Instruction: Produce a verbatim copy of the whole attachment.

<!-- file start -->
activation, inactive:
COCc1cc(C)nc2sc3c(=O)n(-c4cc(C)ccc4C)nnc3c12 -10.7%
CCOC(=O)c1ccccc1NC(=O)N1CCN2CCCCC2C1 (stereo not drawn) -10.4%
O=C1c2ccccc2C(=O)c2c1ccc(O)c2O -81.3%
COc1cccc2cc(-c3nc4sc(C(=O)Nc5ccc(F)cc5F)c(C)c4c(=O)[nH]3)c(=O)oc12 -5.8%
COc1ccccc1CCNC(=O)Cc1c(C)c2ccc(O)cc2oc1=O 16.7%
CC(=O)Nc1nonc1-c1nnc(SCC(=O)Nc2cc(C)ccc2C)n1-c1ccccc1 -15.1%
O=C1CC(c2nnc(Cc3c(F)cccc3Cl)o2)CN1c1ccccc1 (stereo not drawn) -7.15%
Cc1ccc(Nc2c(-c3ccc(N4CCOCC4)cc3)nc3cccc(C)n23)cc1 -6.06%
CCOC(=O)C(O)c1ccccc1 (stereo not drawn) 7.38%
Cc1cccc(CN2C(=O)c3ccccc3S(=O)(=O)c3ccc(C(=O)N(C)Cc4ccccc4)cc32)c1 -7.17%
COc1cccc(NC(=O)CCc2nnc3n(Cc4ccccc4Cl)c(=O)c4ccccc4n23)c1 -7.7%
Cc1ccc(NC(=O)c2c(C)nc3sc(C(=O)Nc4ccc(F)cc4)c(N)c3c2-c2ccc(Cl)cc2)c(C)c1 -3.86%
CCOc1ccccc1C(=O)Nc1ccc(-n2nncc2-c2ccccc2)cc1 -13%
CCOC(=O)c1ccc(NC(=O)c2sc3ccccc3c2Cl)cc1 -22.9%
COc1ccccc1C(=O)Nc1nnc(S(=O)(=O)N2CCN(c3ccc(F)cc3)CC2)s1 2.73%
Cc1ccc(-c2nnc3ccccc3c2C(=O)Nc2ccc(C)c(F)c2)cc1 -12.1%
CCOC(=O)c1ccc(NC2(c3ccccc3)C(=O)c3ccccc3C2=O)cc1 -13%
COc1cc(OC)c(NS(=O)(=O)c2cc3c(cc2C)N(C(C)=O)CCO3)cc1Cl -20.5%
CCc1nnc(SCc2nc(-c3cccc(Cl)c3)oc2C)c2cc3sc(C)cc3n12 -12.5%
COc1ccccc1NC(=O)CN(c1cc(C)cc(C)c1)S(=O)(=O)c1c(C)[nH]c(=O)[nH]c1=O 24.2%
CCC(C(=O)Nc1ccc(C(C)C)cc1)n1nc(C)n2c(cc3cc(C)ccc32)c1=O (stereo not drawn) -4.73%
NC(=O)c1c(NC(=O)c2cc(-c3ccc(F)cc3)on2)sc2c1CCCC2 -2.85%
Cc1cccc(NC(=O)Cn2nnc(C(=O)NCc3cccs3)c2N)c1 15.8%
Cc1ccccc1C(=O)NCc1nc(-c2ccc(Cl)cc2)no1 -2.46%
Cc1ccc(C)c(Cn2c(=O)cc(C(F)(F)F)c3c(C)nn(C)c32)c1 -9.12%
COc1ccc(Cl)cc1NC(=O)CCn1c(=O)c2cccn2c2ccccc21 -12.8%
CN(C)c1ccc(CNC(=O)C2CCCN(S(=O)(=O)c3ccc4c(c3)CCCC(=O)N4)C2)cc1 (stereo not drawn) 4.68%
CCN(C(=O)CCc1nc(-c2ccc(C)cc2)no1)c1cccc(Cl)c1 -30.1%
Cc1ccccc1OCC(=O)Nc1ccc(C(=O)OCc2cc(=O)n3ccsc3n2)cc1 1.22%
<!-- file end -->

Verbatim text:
activation, inactive:
COCc1cc(C)nc2sc3c(=O)n(-c4cc(C)ccc4C)nnc3c12 -10.7%
CCOC(=O)c1ccccc1NC(=O)N1CCN2CCCCC2C1 (stereo not drawn) -10.4%
O=C1c2ccccc2C(=O)c2c1ccc(O)c2O -81.3%
COc1cccc2cc(-c3nc4sc(C(=O)Nc5ccc(F)cc5F)c(C)c4c(=O)[nH]3)c(=O)oc12 -5.8%
COc1ccccc1CCNC(=O)Cc1c(C)c2ccc(O)cc2oc1=O 16.7%
CC(=O)Nc1nonc1-c1nnc(SCC(=O)Nc2cc(C)ccc2C)n1-c1ccccc1 -15.1%
O=C1CC(c2nnc(Cc3c(F)cccc3Cl)o2)CN1c1ccccc1 (stereo not drawn) -7.15%
Cc1ccc(Nc2c(-c3ccc(N4CCOCC4)cc3)nc3cccc(C)n23)cc1 -6.06%
CCOC(=O)C(O)c1ccccc1 (stereo not drawn) 7.38%
Cc1cccc(CN2C(=O)c3ccccc3S(=O)(=O)c3ccc(C(=O)N(C)Cc4ccccc4)cc32)c1 -7.17%
COc1cccc(NC(=O)CCc2nnc3n(Cc4ccccc4Cl)c(=O)c4ccccc4n23)c1 -7.7%
Cc1ccc(NC(=O)c2c(C)nc3sc(C(=O)Nc4ccc(F)cc4)c(N)c3c2-c2ccc(Cl)cc2)c(C)c1 -3.86%
CCOc1ccccc1C(=O)Nc1ccc(-n2nncc2-c2ccccc2)cc1 -13%
CCOC(=O)c1ccc(NC(=O)c2sc3ccccc3c2Cl)cc1 -22.9%
COc1ccccc1C(=O)Nc1nnc(S(=O)(=O)N2CCN(c3ccc(F)cc3)CC2)s1 2.73%
Cc1ccc(-c2nnc3ccccc3c2C(=O)Nc2ccc(C)c(F)c2)cc1 -12.1%
CCOC(=O)c1ccc(NC2(c3ccccc3)C(=O)c3ccccc3C2=O)cc1 -13%
COc1cc(OC)c(NS(=O)(=O)c2cc3c(cc2C)N(C(C)=O)CCO3)cc1Cl -20.5%
CCc1nnc(SCc2nc(-c3cccc(Cl)c3)oc2C)c2cc3sc(C)cc3n12 -12.5%
COc1ccccc1NC(=O)CN(c1cc(C)cc(C)c1)S(=O)(=O)c1c(C)[nH]c(=O)[nH]c1=O 24.2%
CCC(C(=O)Nc1ccc(C(C)C)cc1)n1nc(C)n2c(cc3cc(C)ccc32)c1=O (stereo not drawn) -4.73%
NC(=O)c1c(NC(=O)c2cc(-c3ccc(F)cc3)on2)sc2c1CCCC2 -2.85%
Cc1cccc(NC(=O)Cn2nnc(C(=O)NCc3cccs3)c2N)c1 15.8%
Cc1ccccc1C(=O)NCc1nc(-c2ccc(Cl)cc2)no1 -2.46%
Cc1ccc(C)c(Cn2c(=O)cc(C(F)(F)F)c3c(C)nn(C)c32)c1 -9.12%
COc1ccc(Cl)cc1NC(=O)CCn1c(=O)c2cccn2c2ccccc21 -12.8%
CN(C)c1ccc(CNC(=O)C2CCCN(S(=O)(=O)c3ccc4c(c3)CCCC(=O)N4)C2)cc1 (stereo not drawn) 4.68%
CCN(C(=O)CCc1nc(-c2ccc(C)cc2)no1)c1cccc(Cl)c1 -30.1%
Cc1ccccc1OCC(=O)Nc1ccc(C(=O)OCc2cc(=O)n3ccsc3n2)cc1 1.22%